Calcium Carbonate as a Substrate?
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Calcium Carbonate as a Substrate?

This is a discussion on Calcium Carbonate as a Substrate? within the Water Chemistry forums, part of the Advanced Saltwater Discussion category; --> I'm posting this in both the saltwater and freshwater sections because I don't know who would be more likely to know an answer. So ...

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Calcium Carbonate as a Substrate?
Old 09-02-2010, 08:33 AM   #1
 
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Question Calcium Carbonate as a Substrate?

I'm posting this in both the saltwater and freshwater sections because I don't know who would be more likely to know an answer.

So there's substrate out there for reptile tanks that's called calci-sand and it's calcium carbonate. I found a page online about the dangers of over exposure harming reptiles and humans, but what about fish? I mean, there's lots of things we put in tanks that can be dangerous to us (the first that came to mind is just about every ich medication that's known to the state of california to cause cancer). So would calcium carbonate in your tank hurt your fish? Here's the link to the page on the dangers:

Calcium Sand - Dangers

So, assuming all of this is null and void because it's in a fish tank (which doesn't make a lot of sense but also wouldn't surprise me), what effect would this have on the water chemistry? Does anyone know if it would affect the amount of calcium or the pH or something in the tank?

I asked my friend and she said she had no idea about the water chemistry but when this stuff gets wet it hardens almost to a cement. If THAT is also true, what would happen if you used it like sand in your tank, stuck some plastic plants in it, and then filled it with water? Would it give you a solid substrate to hold plants in place and you wouldn't have to clean it? I know a lot of beneficial bacteria lives in the gravel/sand, but maybe a thin layer underneath would hold down your plants so your big fish (i.e. SA cichlids) couldn't "redecorate"?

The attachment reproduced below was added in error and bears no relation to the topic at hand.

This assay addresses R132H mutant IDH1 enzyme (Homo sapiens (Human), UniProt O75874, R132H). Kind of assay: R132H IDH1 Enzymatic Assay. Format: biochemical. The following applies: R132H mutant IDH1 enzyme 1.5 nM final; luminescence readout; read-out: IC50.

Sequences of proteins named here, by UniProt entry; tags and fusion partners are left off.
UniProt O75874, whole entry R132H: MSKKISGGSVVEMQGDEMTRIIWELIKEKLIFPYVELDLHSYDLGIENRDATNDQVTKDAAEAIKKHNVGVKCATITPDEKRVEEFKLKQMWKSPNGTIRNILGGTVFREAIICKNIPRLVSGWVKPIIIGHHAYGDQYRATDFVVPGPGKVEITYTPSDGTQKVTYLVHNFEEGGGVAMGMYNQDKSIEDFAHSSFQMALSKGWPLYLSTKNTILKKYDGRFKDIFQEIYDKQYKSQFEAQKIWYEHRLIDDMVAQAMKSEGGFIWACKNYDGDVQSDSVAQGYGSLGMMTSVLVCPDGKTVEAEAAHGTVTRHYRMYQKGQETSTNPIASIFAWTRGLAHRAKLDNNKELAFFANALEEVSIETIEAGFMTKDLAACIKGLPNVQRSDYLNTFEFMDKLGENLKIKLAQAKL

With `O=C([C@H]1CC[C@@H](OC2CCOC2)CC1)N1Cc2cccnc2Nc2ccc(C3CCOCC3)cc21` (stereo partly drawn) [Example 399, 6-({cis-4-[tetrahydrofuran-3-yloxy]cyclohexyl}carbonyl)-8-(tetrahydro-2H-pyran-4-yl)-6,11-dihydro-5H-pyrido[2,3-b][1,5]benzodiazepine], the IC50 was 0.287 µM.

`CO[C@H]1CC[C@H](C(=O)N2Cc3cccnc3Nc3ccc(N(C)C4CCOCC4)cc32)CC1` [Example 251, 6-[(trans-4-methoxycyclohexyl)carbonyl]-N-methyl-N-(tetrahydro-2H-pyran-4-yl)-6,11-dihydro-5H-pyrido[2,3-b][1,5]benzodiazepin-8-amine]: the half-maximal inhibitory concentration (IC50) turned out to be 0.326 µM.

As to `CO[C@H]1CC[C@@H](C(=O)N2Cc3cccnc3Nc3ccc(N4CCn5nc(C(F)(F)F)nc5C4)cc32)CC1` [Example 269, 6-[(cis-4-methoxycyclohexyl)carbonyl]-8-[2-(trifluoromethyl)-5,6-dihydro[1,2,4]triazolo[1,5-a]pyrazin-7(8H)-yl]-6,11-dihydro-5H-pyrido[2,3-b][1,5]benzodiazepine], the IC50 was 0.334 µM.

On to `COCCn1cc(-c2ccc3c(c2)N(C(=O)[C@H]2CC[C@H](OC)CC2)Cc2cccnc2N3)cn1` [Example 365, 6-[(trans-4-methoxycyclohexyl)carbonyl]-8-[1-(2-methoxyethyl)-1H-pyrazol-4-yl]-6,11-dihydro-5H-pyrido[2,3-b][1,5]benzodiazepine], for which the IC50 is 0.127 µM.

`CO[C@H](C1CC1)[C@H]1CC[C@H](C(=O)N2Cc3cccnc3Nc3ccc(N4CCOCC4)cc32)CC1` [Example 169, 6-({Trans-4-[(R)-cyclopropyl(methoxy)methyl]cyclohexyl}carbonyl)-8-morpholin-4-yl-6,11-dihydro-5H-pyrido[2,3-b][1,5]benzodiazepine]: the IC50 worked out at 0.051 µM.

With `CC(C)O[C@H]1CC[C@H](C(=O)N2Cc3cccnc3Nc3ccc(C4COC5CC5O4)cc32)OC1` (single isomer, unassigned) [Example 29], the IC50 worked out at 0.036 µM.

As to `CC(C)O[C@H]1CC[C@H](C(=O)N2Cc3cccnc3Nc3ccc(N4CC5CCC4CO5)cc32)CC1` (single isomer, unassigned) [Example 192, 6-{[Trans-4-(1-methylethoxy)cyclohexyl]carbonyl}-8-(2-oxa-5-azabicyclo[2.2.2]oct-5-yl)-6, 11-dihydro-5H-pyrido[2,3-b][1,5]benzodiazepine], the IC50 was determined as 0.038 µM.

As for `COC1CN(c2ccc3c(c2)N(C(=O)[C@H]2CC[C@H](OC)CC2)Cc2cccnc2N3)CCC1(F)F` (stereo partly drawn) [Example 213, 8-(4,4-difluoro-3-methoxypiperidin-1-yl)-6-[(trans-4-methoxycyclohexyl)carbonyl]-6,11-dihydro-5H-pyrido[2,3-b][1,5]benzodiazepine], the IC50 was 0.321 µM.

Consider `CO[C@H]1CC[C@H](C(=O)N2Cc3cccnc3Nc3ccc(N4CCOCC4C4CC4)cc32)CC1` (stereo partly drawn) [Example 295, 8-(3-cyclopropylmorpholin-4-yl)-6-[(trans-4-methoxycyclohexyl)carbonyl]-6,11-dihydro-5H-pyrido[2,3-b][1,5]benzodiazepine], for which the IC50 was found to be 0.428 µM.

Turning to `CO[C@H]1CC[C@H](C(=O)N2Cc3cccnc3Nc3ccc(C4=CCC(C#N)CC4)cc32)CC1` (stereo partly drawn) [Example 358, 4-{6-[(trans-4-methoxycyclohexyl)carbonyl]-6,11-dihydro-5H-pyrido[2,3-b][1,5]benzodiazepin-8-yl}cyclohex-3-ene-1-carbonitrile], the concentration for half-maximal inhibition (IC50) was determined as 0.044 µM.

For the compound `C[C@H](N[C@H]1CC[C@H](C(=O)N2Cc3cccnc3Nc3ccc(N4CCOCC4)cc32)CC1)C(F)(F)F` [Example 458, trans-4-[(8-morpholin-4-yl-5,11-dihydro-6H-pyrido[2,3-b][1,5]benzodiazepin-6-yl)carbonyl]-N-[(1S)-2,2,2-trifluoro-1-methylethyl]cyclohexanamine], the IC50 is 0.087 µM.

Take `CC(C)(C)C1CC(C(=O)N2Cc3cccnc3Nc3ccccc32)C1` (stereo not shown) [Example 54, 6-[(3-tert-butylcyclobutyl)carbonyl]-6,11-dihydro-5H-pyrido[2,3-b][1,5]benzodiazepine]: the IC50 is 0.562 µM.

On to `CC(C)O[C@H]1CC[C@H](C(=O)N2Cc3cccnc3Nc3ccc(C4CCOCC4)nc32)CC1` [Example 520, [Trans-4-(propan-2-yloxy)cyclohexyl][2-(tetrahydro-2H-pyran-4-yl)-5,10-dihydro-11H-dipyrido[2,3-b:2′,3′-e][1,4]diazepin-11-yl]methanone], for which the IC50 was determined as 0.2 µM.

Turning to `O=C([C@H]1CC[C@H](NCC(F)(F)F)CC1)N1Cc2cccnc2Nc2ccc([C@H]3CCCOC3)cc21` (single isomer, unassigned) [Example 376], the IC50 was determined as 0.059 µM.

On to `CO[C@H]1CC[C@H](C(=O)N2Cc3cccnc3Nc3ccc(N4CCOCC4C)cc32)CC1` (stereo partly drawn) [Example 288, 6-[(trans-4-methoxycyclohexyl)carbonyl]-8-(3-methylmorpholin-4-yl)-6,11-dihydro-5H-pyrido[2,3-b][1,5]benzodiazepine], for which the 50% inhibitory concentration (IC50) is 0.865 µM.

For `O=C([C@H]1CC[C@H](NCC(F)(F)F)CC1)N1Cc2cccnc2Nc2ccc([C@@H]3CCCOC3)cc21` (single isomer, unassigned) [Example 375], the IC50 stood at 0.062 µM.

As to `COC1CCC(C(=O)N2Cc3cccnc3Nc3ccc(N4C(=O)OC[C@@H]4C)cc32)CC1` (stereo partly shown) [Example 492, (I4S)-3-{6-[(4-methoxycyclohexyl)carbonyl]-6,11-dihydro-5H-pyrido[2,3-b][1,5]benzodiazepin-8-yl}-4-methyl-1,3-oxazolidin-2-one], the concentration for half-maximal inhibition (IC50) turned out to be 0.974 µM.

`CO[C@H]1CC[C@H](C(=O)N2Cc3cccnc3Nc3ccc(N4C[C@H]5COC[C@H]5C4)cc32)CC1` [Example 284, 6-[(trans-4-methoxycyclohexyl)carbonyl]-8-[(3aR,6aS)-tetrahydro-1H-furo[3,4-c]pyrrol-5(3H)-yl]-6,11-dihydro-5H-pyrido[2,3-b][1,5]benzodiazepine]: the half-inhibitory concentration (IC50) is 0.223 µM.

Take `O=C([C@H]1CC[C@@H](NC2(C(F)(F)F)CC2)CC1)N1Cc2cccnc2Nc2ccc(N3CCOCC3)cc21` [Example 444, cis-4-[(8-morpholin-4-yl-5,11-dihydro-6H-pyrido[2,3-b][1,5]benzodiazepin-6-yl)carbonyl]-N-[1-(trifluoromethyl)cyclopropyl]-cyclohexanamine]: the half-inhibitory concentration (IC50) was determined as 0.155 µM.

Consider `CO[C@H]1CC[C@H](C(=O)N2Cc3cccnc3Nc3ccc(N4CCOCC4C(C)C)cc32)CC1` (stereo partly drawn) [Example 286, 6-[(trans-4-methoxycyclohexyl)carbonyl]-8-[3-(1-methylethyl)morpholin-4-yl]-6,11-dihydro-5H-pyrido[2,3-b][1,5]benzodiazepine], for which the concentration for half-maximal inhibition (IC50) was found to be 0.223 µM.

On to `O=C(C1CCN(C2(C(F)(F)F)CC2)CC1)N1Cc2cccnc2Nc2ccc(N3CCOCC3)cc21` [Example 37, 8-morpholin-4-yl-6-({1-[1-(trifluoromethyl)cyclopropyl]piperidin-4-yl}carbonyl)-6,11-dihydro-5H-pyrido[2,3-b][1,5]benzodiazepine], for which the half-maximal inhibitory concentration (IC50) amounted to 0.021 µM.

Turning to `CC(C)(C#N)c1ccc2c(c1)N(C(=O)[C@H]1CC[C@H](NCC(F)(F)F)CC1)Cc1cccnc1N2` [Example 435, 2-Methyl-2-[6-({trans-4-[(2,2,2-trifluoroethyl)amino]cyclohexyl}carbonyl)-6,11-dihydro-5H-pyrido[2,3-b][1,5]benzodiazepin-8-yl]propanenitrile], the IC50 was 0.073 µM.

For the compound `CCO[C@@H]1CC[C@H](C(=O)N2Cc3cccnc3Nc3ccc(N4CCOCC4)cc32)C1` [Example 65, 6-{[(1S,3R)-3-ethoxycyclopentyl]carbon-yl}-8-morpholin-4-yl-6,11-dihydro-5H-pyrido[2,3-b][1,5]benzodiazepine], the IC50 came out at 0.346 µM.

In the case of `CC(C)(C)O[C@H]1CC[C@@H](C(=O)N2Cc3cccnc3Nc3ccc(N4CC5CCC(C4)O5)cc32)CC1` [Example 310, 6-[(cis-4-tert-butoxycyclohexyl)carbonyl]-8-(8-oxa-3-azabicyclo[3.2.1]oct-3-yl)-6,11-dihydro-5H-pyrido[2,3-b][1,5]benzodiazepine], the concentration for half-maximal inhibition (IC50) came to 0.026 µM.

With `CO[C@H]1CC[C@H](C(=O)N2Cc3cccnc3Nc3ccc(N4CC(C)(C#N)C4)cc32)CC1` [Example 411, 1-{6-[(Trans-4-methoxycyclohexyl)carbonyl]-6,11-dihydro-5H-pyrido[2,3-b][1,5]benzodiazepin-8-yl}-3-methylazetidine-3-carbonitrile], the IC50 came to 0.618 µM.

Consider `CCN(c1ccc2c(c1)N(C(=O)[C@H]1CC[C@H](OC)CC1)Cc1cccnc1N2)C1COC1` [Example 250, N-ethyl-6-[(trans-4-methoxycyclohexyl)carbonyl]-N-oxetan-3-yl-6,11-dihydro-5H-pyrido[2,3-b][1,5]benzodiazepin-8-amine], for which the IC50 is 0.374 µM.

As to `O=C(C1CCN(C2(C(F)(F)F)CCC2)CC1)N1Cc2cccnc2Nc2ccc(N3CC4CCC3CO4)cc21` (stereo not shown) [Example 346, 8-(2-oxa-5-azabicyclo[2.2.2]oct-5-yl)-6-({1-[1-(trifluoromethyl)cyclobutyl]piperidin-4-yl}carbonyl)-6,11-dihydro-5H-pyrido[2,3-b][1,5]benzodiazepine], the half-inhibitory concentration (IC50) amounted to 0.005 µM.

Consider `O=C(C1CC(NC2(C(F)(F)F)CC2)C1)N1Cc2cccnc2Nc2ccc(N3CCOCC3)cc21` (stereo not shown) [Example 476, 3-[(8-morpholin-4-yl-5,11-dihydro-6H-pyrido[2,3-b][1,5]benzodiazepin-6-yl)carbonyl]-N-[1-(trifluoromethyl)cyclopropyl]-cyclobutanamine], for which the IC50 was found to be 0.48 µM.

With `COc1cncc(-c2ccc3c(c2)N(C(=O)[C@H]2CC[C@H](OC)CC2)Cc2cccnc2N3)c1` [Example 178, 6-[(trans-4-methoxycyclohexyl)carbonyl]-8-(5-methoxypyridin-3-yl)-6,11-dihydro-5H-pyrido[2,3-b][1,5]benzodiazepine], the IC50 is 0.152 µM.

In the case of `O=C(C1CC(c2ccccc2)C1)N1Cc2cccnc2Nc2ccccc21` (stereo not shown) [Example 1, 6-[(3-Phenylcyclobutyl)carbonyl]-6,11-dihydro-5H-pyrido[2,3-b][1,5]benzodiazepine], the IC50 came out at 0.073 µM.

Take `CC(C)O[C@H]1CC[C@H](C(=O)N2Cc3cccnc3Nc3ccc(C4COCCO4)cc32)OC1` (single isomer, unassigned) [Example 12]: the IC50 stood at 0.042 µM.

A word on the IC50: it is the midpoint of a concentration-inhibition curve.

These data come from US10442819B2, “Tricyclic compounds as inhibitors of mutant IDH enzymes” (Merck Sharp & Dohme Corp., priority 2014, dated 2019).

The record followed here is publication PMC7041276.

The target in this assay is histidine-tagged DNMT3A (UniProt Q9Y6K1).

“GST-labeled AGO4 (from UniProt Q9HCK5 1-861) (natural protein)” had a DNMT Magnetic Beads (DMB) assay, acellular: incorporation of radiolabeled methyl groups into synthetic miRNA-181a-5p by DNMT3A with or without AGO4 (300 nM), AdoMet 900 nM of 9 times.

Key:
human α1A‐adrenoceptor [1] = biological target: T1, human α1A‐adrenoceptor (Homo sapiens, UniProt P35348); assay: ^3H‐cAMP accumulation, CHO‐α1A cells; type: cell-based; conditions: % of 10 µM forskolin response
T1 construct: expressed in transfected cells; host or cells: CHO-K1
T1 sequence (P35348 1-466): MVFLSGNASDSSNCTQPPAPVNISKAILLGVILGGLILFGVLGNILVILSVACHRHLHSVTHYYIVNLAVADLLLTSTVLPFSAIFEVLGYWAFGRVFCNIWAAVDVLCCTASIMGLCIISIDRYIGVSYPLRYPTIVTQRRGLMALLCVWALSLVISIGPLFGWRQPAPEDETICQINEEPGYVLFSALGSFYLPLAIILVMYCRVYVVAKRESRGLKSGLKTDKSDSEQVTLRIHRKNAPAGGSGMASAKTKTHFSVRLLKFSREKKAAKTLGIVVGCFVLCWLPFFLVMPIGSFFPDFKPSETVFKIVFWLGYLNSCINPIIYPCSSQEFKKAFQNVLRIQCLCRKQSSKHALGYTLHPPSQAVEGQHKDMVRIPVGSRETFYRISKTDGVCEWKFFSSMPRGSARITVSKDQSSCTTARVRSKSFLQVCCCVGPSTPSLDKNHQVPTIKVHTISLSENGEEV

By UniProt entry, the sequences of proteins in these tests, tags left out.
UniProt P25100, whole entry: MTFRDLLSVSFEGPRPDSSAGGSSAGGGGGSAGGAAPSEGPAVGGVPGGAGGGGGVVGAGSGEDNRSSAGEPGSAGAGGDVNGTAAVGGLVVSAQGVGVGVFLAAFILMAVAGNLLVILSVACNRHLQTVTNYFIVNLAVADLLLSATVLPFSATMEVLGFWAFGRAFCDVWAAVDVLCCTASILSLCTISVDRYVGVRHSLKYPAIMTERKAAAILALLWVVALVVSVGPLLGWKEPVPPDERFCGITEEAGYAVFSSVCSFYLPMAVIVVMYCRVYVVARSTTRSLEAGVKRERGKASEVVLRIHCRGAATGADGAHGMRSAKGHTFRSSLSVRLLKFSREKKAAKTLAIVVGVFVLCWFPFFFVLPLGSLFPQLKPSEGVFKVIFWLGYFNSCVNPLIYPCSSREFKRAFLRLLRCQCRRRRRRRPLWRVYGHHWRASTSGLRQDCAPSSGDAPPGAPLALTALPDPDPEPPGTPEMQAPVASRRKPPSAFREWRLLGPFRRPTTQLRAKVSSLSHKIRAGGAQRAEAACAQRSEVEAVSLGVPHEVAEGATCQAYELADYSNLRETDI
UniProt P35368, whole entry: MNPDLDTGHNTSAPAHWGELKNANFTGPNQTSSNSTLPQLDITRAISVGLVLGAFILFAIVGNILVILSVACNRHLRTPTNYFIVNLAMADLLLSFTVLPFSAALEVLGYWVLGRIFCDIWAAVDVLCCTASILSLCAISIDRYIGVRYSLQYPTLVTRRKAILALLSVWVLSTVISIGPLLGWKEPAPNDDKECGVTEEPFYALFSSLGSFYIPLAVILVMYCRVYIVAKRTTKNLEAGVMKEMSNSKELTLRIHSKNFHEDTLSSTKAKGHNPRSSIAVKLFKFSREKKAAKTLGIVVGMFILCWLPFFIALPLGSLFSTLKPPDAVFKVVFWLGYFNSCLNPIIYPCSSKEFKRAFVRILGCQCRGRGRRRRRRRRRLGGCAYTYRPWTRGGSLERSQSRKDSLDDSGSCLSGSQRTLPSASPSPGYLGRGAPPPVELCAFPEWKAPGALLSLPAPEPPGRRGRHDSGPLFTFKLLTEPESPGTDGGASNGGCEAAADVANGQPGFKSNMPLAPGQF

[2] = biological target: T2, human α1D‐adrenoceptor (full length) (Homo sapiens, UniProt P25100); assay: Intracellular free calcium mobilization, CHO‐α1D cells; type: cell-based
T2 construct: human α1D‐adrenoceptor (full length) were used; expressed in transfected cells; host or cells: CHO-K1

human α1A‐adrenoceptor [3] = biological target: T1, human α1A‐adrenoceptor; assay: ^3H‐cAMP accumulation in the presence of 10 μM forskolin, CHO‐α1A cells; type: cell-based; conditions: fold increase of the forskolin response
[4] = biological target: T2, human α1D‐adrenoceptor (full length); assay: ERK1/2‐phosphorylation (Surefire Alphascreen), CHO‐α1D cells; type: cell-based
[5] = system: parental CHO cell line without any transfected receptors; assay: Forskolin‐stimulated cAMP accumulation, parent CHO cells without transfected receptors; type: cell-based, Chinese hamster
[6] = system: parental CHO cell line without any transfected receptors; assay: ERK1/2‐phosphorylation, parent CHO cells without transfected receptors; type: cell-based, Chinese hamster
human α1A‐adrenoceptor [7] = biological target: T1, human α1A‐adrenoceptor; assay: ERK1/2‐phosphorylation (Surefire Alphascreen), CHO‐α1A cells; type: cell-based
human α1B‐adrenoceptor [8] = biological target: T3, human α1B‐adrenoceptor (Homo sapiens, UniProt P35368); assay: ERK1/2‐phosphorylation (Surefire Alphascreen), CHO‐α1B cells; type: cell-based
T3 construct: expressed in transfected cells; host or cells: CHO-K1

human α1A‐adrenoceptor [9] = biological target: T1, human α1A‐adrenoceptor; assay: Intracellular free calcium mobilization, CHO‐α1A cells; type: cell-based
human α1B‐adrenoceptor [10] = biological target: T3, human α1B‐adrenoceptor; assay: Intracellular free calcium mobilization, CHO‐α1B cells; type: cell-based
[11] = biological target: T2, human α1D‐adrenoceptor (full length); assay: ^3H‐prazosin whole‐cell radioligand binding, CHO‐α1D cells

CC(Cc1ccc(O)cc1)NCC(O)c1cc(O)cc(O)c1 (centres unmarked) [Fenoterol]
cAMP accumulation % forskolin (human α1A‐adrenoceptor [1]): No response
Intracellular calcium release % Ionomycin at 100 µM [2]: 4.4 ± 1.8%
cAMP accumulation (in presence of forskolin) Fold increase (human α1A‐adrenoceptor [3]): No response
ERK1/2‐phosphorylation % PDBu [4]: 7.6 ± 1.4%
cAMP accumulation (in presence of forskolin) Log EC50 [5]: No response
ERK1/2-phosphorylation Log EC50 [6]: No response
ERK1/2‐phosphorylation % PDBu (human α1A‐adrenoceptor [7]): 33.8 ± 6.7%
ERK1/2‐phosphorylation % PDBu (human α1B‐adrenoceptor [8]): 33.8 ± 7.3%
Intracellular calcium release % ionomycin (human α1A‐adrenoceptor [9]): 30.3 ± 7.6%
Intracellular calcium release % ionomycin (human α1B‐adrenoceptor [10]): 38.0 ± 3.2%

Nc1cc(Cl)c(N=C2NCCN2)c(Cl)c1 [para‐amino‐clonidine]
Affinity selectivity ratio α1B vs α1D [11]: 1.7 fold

I know you don't really use plants in saltwater but I figure someone out there might know about the calcium and all that, since obviously I don't.

Thanks!

(Sorry there's like three different questions, I was thinking really deeply into this)
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Old 09-02-2010, 08:43 AM   #2
 
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you pose an interesting set of ideas ... as i am not sure my self i wont attempt to address them but rather offer a thought..
would it be a bad idea to get a small 5.5 gallon and test the theories you pose?

obviously with out live stock, but utilizing a set of tests and a little time you could set up the situation you are talking about and run full batteries of tests (again with out live stock present) if after a set time (say 1-2 months) if your tests are coming up safe then the next natural step would be to empty clean and test again to see if any thing changes in your tests... again after some time if all tests well attempt a live run of the situation....

again if any one has any information please share but this is how i would go about finding out...
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Old 09-02-2010, 08:46 AM   #3